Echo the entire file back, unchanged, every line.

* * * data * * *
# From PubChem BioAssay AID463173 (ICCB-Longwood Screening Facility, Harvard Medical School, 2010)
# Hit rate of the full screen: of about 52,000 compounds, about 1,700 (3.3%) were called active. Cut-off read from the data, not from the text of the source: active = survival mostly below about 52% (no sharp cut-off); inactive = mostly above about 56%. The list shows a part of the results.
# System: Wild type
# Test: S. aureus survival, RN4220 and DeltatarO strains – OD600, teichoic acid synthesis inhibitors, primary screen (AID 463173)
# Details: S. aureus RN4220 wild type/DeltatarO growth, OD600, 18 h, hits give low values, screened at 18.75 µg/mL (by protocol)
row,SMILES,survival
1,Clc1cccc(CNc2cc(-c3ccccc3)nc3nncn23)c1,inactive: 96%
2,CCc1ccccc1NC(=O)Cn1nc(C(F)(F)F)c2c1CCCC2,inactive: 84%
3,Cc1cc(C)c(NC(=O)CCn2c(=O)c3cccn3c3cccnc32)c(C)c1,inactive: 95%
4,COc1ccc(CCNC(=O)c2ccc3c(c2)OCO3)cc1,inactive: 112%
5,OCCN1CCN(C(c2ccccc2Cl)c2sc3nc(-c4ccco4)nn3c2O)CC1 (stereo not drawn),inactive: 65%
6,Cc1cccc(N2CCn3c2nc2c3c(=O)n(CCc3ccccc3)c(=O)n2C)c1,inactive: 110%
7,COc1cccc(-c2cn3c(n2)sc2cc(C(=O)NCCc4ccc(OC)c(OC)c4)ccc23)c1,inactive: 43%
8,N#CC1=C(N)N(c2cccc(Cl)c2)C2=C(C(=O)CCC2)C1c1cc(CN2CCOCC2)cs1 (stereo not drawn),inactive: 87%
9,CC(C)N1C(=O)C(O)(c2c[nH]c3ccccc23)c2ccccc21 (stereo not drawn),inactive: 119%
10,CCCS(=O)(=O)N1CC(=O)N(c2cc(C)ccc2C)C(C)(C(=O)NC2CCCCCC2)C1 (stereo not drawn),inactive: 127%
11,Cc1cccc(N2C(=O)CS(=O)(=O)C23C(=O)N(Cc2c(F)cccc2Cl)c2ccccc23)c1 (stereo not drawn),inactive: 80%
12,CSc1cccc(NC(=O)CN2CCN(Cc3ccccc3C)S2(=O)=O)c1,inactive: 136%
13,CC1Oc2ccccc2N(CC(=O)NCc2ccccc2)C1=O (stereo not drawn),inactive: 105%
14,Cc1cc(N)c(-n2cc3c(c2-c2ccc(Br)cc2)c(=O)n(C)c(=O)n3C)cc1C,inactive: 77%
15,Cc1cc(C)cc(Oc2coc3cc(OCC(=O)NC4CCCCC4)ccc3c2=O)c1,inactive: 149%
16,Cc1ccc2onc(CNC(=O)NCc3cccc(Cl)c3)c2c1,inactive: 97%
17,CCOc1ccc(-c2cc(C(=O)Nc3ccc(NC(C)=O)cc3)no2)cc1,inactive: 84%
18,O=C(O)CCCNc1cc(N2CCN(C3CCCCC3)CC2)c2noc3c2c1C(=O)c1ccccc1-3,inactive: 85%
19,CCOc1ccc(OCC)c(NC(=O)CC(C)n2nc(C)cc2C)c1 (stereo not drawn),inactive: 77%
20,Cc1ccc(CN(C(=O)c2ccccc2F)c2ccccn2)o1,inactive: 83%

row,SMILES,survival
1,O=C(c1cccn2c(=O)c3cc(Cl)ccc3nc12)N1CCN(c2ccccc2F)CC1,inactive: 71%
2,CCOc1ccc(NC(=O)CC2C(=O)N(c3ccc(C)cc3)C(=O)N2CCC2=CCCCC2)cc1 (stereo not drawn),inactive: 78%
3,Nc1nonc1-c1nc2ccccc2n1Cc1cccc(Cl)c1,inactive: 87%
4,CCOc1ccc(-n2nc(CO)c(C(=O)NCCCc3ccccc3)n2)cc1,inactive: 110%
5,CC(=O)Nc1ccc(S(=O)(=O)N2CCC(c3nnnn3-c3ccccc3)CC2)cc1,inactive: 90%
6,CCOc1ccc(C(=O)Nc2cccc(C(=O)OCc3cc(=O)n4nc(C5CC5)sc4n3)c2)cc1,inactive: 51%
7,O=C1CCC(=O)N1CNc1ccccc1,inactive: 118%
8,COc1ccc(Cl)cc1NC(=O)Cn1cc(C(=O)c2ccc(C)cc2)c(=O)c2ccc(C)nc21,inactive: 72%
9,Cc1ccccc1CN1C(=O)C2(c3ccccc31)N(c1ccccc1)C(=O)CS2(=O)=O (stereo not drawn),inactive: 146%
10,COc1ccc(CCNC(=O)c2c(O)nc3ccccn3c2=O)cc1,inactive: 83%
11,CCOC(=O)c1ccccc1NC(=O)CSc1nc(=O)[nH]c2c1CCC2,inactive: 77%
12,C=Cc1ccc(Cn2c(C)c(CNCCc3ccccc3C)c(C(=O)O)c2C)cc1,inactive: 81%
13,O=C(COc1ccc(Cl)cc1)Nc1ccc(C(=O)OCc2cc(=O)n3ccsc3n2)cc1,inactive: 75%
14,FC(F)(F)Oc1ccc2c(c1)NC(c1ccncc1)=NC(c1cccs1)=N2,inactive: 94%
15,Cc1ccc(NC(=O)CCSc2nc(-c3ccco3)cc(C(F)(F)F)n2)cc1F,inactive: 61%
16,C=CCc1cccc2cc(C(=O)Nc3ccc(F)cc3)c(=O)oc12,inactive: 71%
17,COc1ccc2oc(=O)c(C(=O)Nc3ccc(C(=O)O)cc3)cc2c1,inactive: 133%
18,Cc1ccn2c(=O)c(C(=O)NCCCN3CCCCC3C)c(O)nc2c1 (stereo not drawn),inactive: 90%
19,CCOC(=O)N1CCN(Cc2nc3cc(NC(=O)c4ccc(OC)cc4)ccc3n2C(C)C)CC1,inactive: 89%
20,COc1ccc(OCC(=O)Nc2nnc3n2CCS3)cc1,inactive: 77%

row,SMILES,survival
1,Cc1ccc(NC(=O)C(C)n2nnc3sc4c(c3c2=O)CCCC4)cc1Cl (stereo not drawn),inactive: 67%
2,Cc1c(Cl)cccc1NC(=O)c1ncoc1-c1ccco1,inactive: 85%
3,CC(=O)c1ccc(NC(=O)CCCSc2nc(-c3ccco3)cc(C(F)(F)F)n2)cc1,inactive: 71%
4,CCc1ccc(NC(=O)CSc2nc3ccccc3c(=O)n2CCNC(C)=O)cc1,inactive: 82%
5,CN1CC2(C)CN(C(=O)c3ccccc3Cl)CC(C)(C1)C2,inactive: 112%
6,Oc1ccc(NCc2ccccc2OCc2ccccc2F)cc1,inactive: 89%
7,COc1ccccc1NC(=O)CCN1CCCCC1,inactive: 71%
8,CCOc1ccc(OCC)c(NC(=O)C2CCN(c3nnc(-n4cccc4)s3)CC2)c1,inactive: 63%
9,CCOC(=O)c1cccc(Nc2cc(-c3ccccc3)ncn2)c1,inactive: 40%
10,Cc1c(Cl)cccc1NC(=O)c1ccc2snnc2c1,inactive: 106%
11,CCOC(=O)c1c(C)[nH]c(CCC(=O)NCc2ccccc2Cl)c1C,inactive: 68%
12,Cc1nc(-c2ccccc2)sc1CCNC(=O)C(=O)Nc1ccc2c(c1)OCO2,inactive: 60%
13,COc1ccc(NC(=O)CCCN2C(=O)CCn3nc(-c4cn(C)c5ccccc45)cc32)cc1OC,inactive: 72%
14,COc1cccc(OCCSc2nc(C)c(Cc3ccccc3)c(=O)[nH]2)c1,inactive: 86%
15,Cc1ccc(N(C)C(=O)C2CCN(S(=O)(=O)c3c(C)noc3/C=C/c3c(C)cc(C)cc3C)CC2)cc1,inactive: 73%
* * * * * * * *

# From PubChem BioAssay AID463173 (ICCB-Longwood Screening Facility, Harvard Medical School, 2010)
# Hit rate of the full screen: of about 52,000 compounds, about 1,700 (3.3%) were called active. Cut-off read from the data, not from the text of the source: active = survival mostly below about 52% (no sharp cut-off); inactive = mostly above about 56%. The list shows a part of the results.
# System: Wild type
# Test: S. aureus survival, RN4220 and DeltatarO strains – OD600, teichoic acid synthesis inhibitors, primary screen (AID 463173)
# Details: S. aureus RN4220 wild type/DeltatarO growth, OD600, 18 h, hits give low values, screened at 18.75 µg/mL (by protocol)
row,SMILES,survival
1,Clc1cccc(CNc2cc(-c3ccccc3)nc3nncn23)c1,inactive: 96%
2,CCc1ccccc1NC(=O)Cn1nc(C(F)(F)F)c2c1CCCC2,inactive: 84%
3,Cc1cc(C)c(NC(=O)CCn2c(=O)c3cccn3c3cccnc32)c(C)c1,inactive: 95%
4,COc1ccc(CCNC(=O)c2ccc3c(c2)OCO3)cc1,inactive: 112%
5,OCCN1CCN(C(c2ccccc2Cl)c2sc3nc(-c4ccco4)nn3c2O)CC1 (stereo not drawn),inactive: 65%
6,Cc1cccc(N2CCn3c2nc2c3c(=O)n(CCc3ccccc3)c(=O)n2C)c1,inactive: 110%
7,COc1cccc(-c2cn3c(n2)sc2cc(C(=O)NCCc4ccc(OC)c(OC)c4)ccc23)c1,inactive: 43%
8,N#CC1=C(N)N(c2cccc(Cl)c2)C2=C(C(=O)CCC2)C1c1cc(CN2CCOCC2)cs1 (stereo not drawn),inactive: 87%
9,CC(C)N1C(=O)C(O)(c2c[nH]c3ccccc23)c2ccccc21 (stereo not drawn),inactive: 119%
10,CCCS(=O)(=O)N1CC(=O)N(c2cc(C)ccc2C)C(C)(C(=O)NC2CCCCCC2)C1 (stereo not drawn),inactive: 127%
11,Cc1cccc(N2C(=O)CS(=O)(=O)C23C(=O)N(Cc2c(F)cccc2Cl)c2ccccc23)c1 (stereo not drawn),inactive: 80%
12,CSc1cccc(NC(=O)CN2CCN(Cc3ccccc3C)S2(=O)=O)c1,inactive: 136%
13,CC1Oc2ccccc2N(CC(=O)NCc2ccccc2)C1=O (stereo not drawn),inactive: 105%
14,Cc1cc(N)c(-n2cc3c(c2-c2ccc(Br)cc2)c(=O)n(C)c(=O)n3C)cc1C,inactive: 77%
15,Cc1cc(C)cc(Oc2coc3cc(OCC(=O)NC4CCCCC4)ccc3c2=O)c1,inactive: 149%
16,Cc1ccc2onc(CNC(=O)NCc3cccc(Cl)c3)c2c1,inactive: 97%
17,CCOc1ccc(-c2cc(C(=O)Nc3ccc(NC(C)=O)cc3)no2)cc1,inactive: 84%
18,O=C(O)CCCNc1cc(N2CCN(C3CCCCC3)CC2)c2noc3c2c1C(=O)c1ccccc1-3,inactive: 85%
19,CCOc1ccc(OCC)c(NC(=O)CC(C)n2nc(C)cc2C)c1 (stereo not drawn),inactive: 77%
20,Cc1ccc(CN(C(=O)c2ccccc2F)c2ccccn2)o1,inactive: 83%

row,SMILES,survival
1,O=C(c1cccn2c(=O)c3cc(Cl)ccc3nc12)N1CCN(c2ccccc2F)CC1,inactive: 71%
2,CCOc1ccc(NC(=O)CC2C(=O)N(c3ccc(C)cc3)C(=O)N2CCC2=CCCCC2)cc1 (stereo not drawn),inactive: 78%
3,Nc1nonc1-c1nc2ccccc2n1Cc1cccc(Cl)c1,inactive: 87%
4,CCOc1ccc(-n2nc(CO)c(C(=O)NCCCc3ccccc3)n2)cc1,inactive: 110%
5,CC(=O)Nc1ccc(S(=O)(=O)N2CCC(c3nnnn3-c3ccccc3)CC2)cc1,inactive: 90%
6,CCOc1ccc(C(=O)Nc2cccc(C(=O)OCc3cc(=O)n4nc(C5CC5)sc4n3)c2)cc1,inactive: 51%
7,O=C1CCC(=O)N1CNc1ccccc1,inactive: 118%
8,COc1ccc(Cl)cc1NC(=O)Cn1cc(C(=O)c2ccc(C)cc2)c(=O)c2ccc(C)nc21,inactive: 72%
9,Cc1ccccc1CN1C(=O)C2(c3ccccc31)N(c1ccccc1)C(=O)CS2(=O)=O (stereo not drawn),inactive: 146%
10,COc1ccc(CCNC(=O)c2c(O)nc3ccccn3c2=O)cc1,inactive: 83%
11,CCOC(=O)c1ccccc1NC(=O)CSc1nc(=O)[nH]c2c1CCC2,inactive: 77%
12,C=Cc1ccc(Cn2c(C)c(CNCCc3ccccc3C)c(C(=O)O)c2C)cc1,inactive: 81%
13,O=C(COc1ccc(Cl)cc1)Nc1ccc(C(=O)OCc2cc(=O)n3ccsc3n2)cc1,inactive: 75%
14,FC(F)(F)Oc1ccc2c(c1)NC(c1ccncc1)=NC(c1cccs1)=N2,inactive: 94%
15,Cc1ccc(NC(=O)CCSc2nc(-c3ccco3)cc(C(F)(F)F)n2)cc1F,inactive: 61%
16,C=CCc1cccc2cc(C(=O)Nc3ccc(F)cc3)c(=O)oc12,inactive: 71%
17,COc1ccc2oc(=O)c(C(=O)Nc3ccc(C(=O)O)cc3)cc2c1,inactive: 133%
18,Cc1ccn2c(=O)c(C(=O)NCCCN3CCCCC3C)c(O)nc2c1 (stereo not drawn),inactive: 90%
19,CCOC(=O)N1CCN(Cc2nc3cc(NC(=O)c4ccc(OC)cc4)ccc3n2C(C)C)CC1,inactive: 89%
20,COc1ccc(OCC(=O)Nc2nnc3n2CCS3)cc1,inactive: 77%

row,SMILES,survival
1,Cc1ccc(NC(=O)C(C)n2nnc3sc4c(c3c2=O)CCCC4)cc1Cl (stereo not drawn),inactive: 67%
2,Cc1c(Cl)cccc1NC(=O)c1ncoc1-c1ccco1,inactive: 85%
3,CC(=O)c1ccc(NC(=O)CCCSc2nc(-c3ccco3)cc(C(F)(F)F)n2)cc1,inactive: 71%
4,CCc1ccc(NC(=O)CSc2nc3ccccc3c(=O)n2CCNC(C)=O)cc1,inactive: 82%
5,CN1CC2(C)CN(C(=O)c3ccccc3Cl)CC(C)(C1)C2,inactive: 112%
6,Oc1ccc(NCc2ccccc2OCc2ccccc2F)cc1,inactive: 89%
7,COc1ccccc1NC(=O)CCN1CCCCC1,inactive: 71%
8,CCOc1ccc(OCC)c(NC(=O)C2CCN(c3nnc(-n4cccc4)s3)CC2)c1,inactive: 63%
9,CCOC(=O)c1cccc(Nc2cc(-c3ccccc3)ncn2)c1,inactive: 40%
10,Cc1c(Cl)cccc1NC(=O)c1ccc2snnc2c1,inactive: 106%
11,CCOC(=O)c1c(C)[nH]c(CCC(=O)NCc2ccccc2Cl)c1C,inactive: 68%
12,Cc1nc(-c2ccccc2)sc1CCNC(=O)C(=O)Nc1ccc2c(c1)OCO2,inactive: 60%
13,COc1ccc(NC(=O)CCCN2C(=O)CCn3nc(-c4cn(C)c5ccccc45)cc32)cc1OC,inactive: 72%
14,COc1cccc(OCCSc2nc(C)c(Cc3ccccc3)c(=O)[nH]2)c1,inactive: 86%
15,Cc1ccc(N(C)C(=O)C2CCN(S(=O)(=O)c3c(C)noc3/C=C/c3c(C)cc(C)cc3C)CC2)cc1,inactive: 73%